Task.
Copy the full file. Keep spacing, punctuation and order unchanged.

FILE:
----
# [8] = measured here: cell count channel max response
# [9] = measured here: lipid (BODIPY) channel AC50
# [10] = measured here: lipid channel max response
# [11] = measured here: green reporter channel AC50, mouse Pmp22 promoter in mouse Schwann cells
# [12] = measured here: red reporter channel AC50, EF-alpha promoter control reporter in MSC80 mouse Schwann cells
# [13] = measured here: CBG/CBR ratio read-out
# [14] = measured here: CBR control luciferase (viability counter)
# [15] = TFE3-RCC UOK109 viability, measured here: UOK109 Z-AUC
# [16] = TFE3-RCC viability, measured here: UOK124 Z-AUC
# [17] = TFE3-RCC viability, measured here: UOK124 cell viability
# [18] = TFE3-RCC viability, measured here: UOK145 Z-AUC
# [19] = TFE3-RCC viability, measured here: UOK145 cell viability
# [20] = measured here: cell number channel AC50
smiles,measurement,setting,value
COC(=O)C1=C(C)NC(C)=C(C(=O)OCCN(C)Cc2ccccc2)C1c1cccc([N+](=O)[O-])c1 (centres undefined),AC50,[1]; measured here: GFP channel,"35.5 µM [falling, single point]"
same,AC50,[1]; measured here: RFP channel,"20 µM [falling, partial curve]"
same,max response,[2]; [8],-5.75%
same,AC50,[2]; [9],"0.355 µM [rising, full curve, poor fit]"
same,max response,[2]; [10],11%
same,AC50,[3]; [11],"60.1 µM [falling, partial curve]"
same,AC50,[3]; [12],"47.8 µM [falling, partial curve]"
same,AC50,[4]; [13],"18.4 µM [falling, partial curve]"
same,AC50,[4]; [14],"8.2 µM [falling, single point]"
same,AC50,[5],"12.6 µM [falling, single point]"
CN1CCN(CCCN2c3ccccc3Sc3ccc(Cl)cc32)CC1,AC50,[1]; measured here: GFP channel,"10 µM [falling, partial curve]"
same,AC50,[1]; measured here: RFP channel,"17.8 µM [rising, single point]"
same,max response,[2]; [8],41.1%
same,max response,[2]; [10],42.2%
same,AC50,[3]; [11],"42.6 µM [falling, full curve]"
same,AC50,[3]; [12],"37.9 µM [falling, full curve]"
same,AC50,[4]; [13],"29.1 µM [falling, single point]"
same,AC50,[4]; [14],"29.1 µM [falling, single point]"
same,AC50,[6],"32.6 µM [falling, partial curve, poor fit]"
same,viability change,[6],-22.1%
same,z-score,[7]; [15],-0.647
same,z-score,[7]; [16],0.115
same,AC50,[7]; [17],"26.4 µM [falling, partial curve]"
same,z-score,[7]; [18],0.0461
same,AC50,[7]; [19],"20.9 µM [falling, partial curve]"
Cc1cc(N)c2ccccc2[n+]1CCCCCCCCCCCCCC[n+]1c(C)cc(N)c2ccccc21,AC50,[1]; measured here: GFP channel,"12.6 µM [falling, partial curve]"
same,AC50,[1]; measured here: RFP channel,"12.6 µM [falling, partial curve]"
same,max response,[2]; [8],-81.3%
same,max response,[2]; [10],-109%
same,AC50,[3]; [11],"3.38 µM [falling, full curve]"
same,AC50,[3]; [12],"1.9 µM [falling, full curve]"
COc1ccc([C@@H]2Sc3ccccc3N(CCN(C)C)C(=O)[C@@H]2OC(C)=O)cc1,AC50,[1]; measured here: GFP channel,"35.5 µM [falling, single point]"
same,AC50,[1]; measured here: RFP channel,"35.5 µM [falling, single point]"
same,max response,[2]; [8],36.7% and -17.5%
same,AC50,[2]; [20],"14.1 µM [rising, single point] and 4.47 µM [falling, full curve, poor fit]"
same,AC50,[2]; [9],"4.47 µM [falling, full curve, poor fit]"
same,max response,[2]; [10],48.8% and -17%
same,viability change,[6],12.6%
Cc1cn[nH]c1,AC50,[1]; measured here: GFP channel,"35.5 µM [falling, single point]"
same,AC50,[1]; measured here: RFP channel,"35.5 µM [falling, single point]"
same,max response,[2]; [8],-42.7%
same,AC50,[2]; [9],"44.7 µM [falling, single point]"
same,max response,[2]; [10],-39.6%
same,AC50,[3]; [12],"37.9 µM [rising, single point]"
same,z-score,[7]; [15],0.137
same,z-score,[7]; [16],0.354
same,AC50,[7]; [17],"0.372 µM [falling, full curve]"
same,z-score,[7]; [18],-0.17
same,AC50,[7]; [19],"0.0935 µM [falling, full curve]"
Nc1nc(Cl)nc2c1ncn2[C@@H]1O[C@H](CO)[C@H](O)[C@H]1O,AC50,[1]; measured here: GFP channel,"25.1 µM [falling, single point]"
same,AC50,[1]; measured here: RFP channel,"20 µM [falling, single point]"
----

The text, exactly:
# [8] = measured here: cell count channel max response
# [9] = measured here: lipid (BODIPY) channel AC50
# [10] = measured here: lipid channel max response
# [11] = measured here: green reporter channel AC50, mouse Pmp22 promoter in mouse Schwann cells
# [12] = measured here: red reporter channel AC50, EF-alpha promoter control reporter in MSC80 mouse Schwann cells
# [13] = measured here: CBG/CBR ratio read-out
# [14] = measured here: CBR control luciferase (viability counter)
# [15] = TFE3-RCC UOK109 viability, measured here: UOK109 Z-AUC
# [16] = TFE3-RCC viability, measured here: UOK124 Z-AUC
# [17] = TFE3-RCC viability, measured here: UOK124 cell viability
# [18] = TFE3-RCC viability, measured here: UOK145 Z-AUC
# [19] = TFE3-RCC viability, measured here: UOK145 cell viability
# [20] = measured here: cell number channel AC50
smiles,measurement,setting,value
COC(=O)C1=C(C)NC(C)=C(C(=O)OCCN(C)Cc2ccccc2)C1c1cccc([N+](=O)[O-])c1 (centres undefined),AC50,[1]; measured here: GFP channel,"35.5 µM [falling, single point]"
same,AC50,[1]; measured here: RFP channel,"20 µM [falling, partial curve]"
same,max response,[2]; [8],-5.75%
same,AC50,[2]; [9],"0.355 µM [rising, full curve, poor fit]"
same,max response,[2]; [10],11%
same,AC50,[3]; [11],"60.1 µM [falling, partial curve]"
same,AC50,[3]; [12],"47.8 µM [falling, partial curve]"
same,AC50,[4]; [13],"18.4 µM [falling, partial curve]"
same,AC50,[4]; [14],"8.2 µM [falling, single point]"
same,AC50,[5],"12.6 µM [falling, single point]"
CN1CCN(CCCN2c3ccccc3Sc3ccc(Cl)cc32)CC1,AC50,[1]; measured here: GFP channel,"10 µM [falling, partial curve]"
same,AC50,[1]; measured here: RFP channel,"17.8 µM [rising, single point]"
same,max response,[2]; [8],41.1%
same,max response,[2]; [10],42.2%
same,AC50,[3]; [11],"42.6 µM [falling, full curve]"
same,AC50,[3]; [12],"37.9 µM [falling, full curve]"
same,AC50,[4]; [13],"29.1 µM [falling, single point]"
same,AC50,[4]; [14],"29.1 µM [falling, single point]"
same,AC50,[6],"32.6 µM [falling, partial curve, poor fit]"
same,viability change,[6],-22.1%
same,z-score,[7]; [15],-0.647
same,z-score,[7]; [16],0.115
same,AC50,[7]; [17],"26.4 µM [falling, partial curve]"
same,z-score,[7]; [18],0.0461
same,AC50,[7]; [19],"20.9 µM [falling, partial curve]"
Cc1cc(N)c2ccccc2[n+]1CCCCCCCCCCCCCC[n+]1c(C)cc(N)c2ccccc21,AC50,[1]; measured here: GFP channel,"12.6 µM [falling, partial curve]"
same,AC50,[1]; measured here: RFP channel,"12.6 µM [falling, partial curve]"
same,max response,[2]; [8],-81.3%
same,max response,[2]; [10],-109%
same,AC50,[3]; [11],"3.38 µM [falling, full curve]"
same,AC50,[3]; [12],"1.9 µM [falling, full curve]"
COc1ccc([C@@H]2Sc3ccccc3N(CCN(C)C)C(=O)[C@@H]2OC(C)=O)cc1,AC50,[1]; measured here: GFP channel,"35.5 µM [falling, single point]"
same,AC50,[1]; measured here: RFP channel,"35.5 µM [falling, single point]"
same,max response,[2]; [8],36.7% and -17.5%
same,AC50,[2]; [20],"14.1 µM [rising, single point] and 4.47 µM [falling, full curve, poor fit]"
same,AC50,[2]; [9],"4.47 µM [falling, full curve, poor fit]"
same,max response,[2]; [10],48.8% and -17%
same,viability change,[6],12.6%
Cc1cn[nH]c1,AC50,[1]; measured here: GFP channel,"35.5 µM [falling, single point]"
same,AC50,[1]; measured here: RFP channel,"35.5 µM [falling, single point]"
same,max response,[2]; [8],-42.7%
same,AC50,[2]; [9],"44.7 µM [falling, single point]"
same,max response,[2]; [10],-39.6%
same,AC50,[3]; [12],"37.9 µM [rising, single point]"
same,z-score,[7]; [15],0.137
same,z-score,[7]; [16],0.354
same,AC50,[7]; [17],"0.372 µM [falling, full curve]"
same,z-score,[7]; [18],-0.17
same,AC50,[7]; [19],"0.0935 µM [falling, full curve]"
Nc1nc(Cl)nc2c1ncn2[C@@H]1O[C@H](CO)[C@H](O)[C@H]1O,AC50,[1]; measured here: GFP channel,"25.1 µM [falling, single point]"
same,AC50,[1]; measured here: RFP channel,"20 µM [falling, single point]"